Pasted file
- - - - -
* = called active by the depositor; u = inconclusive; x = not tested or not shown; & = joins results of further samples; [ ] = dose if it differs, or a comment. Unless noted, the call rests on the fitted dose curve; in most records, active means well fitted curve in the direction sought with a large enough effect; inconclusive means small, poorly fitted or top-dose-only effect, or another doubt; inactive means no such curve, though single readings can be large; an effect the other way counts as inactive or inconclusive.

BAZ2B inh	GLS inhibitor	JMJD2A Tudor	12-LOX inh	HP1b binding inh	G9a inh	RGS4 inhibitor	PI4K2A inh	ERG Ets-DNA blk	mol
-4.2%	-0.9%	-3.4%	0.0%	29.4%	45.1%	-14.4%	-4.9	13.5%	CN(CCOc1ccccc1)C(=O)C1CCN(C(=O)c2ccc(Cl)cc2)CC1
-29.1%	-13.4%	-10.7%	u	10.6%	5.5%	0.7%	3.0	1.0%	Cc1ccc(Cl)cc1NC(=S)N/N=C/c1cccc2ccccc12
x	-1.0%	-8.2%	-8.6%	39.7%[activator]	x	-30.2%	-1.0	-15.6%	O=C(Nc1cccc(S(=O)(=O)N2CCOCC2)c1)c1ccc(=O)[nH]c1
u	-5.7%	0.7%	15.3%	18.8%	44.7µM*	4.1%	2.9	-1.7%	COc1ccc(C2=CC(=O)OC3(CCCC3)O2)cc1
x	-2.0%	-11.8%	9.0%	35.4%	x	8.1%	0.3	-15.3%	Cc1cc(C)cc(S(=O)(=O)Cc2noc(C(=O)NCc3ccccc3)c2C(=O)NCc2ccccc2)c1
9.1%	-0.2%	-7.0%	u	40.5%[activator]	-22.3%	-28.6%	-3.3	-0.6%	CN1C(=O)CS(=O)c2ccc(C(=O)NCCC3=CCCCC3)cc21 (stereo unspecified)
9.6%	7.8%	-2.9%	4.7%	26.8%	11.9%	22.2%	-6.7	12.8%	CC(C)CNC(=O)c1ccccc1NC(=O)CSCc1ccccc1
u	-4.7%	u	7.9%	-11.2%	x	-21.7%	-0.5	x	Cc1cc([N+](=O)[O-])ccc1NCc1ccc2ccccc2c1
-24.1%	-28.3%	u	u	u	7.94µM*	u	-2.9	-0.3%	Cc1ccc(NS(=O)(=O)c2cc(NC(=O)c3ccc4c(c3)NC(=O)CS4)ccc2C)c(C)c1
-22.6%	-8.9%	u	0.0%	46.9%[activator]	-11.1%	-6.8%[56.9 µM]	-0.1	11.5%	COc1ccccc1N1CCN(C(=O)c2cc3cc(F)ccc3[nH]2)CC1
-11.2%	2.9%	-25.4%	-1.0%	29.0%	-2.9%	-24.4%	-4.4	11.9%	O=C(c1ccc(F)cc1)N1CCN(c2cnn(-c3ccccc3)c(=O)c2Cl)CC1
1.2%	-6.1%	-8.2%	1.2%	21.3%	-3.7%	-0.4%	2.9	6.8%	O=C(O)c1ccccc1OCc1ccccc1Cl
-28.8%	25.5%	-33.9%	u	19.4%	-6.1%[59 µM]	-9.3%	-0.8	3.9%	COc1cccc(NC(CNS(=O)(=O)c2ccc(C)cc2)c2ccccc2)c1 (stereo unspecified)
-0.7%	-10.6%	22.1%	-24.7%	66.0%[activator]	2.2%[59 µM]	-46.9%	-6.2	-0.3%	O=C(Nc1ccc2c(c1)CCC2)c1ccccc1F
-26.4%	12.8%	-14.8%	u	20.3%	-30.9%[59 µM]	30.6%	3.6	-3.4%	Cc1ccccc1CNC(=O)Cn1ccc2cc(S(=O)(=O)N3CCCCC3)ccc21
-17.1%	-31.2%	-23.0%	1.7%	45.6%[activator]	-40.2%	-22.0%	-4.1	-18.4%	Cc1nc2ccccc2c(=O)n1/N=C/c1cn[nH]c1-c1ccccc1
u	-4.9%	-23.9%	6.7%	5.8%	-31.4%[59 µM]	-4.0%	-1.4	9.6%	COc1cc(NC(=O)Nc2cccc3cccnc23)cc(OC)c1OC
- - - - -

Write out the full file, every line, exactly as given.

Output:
* = called active by the depositor; u = inconclusive; x = not tested or not shown; & = joins results of further samples; [ ] = dose if it differs, or a comment. Unless noted, the call rests on the fitted dose curve; in most records, active means well fitted curve in the direction sought with a large enough effect; inconclusive means small, poorly fitted or top-dose-only effect, or another doubt; inactive means no such curve, though single readings can be large; an effect the other way counts as inactive or inconclusive.

BAZ2B inh	GLS inhibitor	JMJD2A Tudor	12-LOX inh	HP1b binding inh	G9a inh	RGS4 inhibitor	PI4K2A inh	ERG Ets-DNA blk	mol
-4.2%	-0.9%	-3.4%	0.0%	29.4%	45.1%	-14.4%	-4.9	13.5%	CN(CCOc1ccccc1)C(=O)C1CCN(C(=O)c2ccc(Cl)cc2)CC1
-29.1%	-13.4%	-10.7%	u	10.6%	5.5%	0.7%	3.0	1.0%	Cc1ccc(Cl)cc1NC(=S)N/N=C/c1cccc2ccccc12
x	-1.0%	-8.2%	-8.6%	39.7%[activator]	x	-30.2%	-1.0	-15.6%	O=C(Nc1cccc(S(=O)(=O)N2CCOCC2)c1)c1ccc(=O)[nH]c1
u	-5.7%	0.7%	15.3%	18.8%	44.7µM*	4.1%	2.9	-1.7%	COc1ccc(C2=CC(=O)OC3(CCCC3)O2)cc1
x	-2.0%	-11.8%	9.0%	35.4%	x	8.1%	0.3	-15.3%	Cc1cc(C)cc(S(=O)(=O)Cc2noc(C(=O)NCc3ccccc3)c2C(=O)NCc2ccccc2)c1
9.1%	-0.2%	-7.0%	u	40.5%[activator]	-22.3%	-28.6%	-3.3	-0.6%	CN1C(=O)CS(=O)c2ccc(C(=O)NCCC3=CCCCC3)cc21 (stereo unspecified)
9.6%	7.8%	-2.9%	4.7%	26.8%	11.9%	22.2%	-6.7	12.8%	CC(C)CNC(=O)c1ccccc1NC(=O)CSCc1ccccc1
u	-4.7%	u	7.9%	-11.2%	x	-21.7%	-0.5	x	Cc1cc([N+](=O)[O-])ccc1NCc1ccc2ccccc2c1
-24.1%	-28.3%	u	u	u	7.94µM*	u	-2.9	-0.3%	Cc1ccc(NS(=O)(=O)c2cc(NC(=O)c3ccc4c(c3)NC(=O)CS4)ccc2C)c(C)c1
-22.6%	-8.9%	u	0.0%	46.9%[activator]	-11.1%	-6.8%[56.9 µM]	-0.1	11.5%	COc1ccccc1N1CCN(C(=O)c2cc3cc(F)ccc3[nH]2)CC1
-11.2%	2.9%	-25.4%	-1.0%	29.0%	-2.9%	-24.4%	-4.4	11.9%	O=C(c1ccc(F)cc1)N1CCN(c2cnn(-c3ccccc3)c(=O)c2Cl)CC1
1.2%	-6.1%	-8.2%	1.2%	21.3%	-3.7%	-0.4%	2.9	6.8%	O=C(O)c1ccccc1OCc1ccccc1Cl
-28.8%	25.5%	-33.9%	u	19.4%	-6.1%[59 µM]	-9.3%	-0.8	3.9%	COc1cccc(NC(CNS(=O)(=O)c2ccc(C)cc2)c2ccccc2)c1 (stereo unspecified)
-0.7%	-10.6%	22.1%	-24.7%	66.0%[activator]	2.2%[59 µM]	-46.9%	-6.2	-0.3%	O=C(Nc1ccc2c(c1)CCC2)c1ccccc1F
-26.4%	12.8%	-14.8%	u	20.3%	-30.9%[59 µM]	30.6%	3.6	-3.4%	Cc1ccccc1CNC(=O)Cn1ccc2cc(S(=O)(=O)N3CCCCC3)ccc21
-17.1%	-31.2%	-23.0%	1.7%	45.6%[activator]	-40.2%	-22.0%	-4.1	-18.4%	Cc1nc2ccccc2c(=O)n1/N=C/c1cn[nH]c1-c1ccccc1
u	-4.9%	-23.9%	6.7%	5.8%	-31.4%[59 µM]	-4.0%	-1.4	9.6%	COc1cc(NC(=O)Nc2cccc3cccnc23)cc(OC)c1OC